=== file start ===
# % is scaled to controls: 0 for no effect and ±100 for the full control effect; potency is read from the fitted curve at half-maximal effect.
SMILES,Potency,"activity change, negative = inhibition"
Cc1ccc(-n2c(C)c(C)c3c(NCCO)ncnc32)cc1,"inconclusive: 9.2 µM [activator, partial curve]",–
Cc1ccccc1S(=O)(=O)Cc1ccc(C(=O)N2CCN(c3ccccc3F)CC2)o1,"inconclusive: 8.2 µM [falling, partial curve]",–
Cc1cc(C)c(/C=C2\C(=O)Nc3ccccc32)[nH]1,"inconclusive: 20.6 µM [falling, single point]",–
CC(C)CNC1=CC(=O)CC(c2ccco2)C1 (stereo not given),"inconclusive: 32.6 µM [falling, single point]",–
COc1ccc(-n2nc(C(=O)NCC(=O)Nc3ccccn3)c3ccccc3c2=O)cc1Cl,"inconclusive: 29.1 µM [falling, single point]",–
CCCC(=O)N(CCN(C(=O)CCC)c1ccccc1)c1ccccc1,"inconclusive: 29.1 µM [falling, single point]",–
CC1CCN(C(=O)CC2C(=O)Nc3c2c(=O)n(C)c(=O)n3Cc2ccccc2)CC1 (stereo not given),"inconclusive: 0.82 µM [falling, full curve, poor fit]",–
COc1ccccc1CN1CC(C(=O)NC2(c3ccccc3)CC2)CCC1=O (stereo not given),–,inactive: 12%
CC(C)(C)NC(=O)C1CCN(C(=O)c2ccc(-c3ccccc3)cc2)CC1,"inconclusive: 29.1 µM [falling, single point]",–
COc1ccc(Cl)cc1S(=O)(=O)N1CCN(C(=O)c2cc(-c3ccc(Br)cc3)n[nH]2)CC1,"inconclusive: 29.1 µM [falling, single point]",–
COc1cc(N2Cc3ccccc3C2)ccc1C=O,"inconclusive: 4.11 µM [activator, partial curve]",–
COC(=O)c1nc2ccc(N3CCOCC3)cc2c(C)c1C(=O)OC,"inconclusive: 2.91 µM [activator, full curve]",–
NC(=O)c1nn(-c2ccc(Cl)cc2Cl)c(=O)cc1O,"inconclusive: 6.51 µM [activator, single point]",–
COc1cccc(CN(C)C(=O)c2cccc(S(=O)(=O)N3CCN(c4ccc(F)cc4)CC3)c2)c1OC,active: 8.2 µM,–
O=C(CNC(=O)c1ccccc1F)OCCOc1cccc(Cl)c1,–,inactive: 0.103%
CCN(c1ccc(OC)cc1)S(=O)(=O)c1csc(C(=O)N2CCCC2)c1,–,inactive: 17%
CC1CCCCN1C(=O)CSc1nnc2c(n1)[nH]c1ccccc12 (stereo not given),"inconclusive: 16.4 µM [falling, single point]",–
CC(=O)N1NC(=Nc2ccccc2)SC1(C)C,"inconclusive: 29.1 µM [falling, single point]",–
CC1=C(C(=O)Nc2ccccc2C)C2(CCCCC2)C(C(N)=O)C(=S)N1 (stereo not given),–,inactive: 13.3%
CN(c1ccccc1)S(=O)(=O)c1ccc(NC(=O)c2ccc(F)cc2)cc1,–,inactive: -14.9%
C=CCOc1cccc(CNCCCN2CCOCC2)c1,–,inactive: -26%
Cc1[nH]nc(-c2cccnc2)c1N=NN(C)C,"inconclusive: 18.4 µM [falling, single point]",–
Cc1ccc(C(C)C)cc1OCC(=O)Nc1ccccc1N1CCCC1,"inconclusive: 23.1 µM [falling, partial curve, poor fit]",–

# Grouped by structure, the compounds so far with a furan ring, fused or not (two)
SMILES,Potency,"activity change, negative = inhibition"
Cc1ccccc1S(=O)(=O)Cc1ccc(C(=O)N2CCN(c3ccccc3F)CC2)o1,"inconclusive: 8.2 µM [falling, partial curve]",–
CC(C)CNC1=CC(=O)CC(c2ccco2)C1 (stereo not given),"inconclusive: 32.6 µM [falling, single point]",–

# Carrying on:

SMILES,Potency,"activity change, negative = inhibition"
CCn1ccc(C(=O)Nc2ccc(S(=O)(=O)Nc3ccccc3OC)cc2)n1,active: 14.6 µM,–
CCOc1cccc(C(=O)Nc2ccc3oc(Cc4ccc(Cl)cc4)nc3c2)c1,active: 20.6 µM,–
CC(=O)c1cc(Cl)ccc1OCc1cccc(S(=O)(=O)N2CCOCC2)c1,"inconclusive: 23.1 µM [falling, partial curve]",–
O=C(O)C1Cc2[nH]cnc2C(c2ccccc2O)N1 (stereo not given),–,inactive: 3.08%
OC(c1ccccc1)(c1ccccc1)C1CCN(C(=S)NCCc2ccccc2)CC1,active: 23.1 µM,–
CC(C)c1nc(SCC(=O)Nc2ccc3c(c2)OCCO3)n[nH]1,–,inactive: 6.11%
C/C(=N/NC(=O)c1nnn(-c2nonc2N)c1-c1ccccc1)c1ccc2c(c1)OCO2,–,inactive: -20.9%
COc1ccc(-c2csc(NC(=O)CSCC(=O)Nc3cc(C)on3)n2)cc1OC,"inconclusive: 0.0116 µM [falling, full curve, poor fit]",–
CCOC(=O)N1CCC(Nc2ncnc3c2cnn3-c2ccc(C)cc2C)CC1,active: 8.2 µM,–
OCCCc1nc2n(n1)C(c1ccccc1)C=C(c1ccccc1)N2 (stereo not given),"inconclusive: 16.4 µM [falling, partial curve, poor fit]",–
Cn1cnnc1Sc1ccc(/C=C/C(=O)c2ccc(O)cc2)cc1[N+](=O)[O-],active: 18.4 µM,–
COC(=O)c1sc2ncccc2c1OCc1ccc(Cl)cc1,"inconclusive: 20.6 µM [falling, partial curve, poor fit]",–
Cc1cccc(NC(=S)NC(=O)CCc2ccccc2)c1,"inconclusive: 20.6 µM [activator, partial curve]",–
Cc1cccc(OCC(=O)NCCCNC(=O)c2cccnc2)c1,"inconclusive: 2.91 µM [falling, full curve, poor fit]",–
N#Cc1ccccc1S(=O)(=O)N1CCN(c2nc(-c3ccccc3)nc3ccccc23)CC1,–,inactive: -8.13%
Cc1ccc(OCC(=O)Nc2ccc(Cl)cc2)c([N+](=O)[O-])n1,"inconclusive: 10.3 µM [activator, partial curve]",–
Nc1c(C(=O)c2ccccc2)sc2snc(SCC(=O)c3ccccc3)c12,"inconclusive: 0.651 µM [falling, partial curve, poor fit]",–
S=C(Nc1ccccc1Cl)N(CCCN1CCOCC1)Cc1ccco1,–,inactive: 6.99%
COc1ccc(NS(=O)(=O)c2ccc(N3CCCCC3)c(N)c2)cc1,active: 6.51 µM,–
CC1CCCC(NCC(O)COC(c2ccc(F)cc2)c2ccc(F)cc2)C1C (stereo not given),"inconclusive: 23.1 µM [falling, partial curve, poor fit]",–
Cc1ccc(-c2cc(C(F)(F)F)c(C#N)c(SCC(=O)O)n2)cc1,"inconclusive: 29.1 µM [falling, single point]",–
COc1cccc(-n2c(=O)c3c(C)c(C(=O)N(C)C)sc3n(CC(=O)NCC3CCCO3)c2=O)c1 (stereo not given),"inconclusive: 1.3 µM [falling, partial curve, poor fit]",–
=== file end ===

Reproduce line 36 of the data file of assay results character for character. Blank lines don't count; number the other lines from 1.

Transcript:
OC(c1ccccc1)(c1ccccc1)C1CCN(C(=S)NCCc2ccccc2)CC1,active: 23.1 µM,–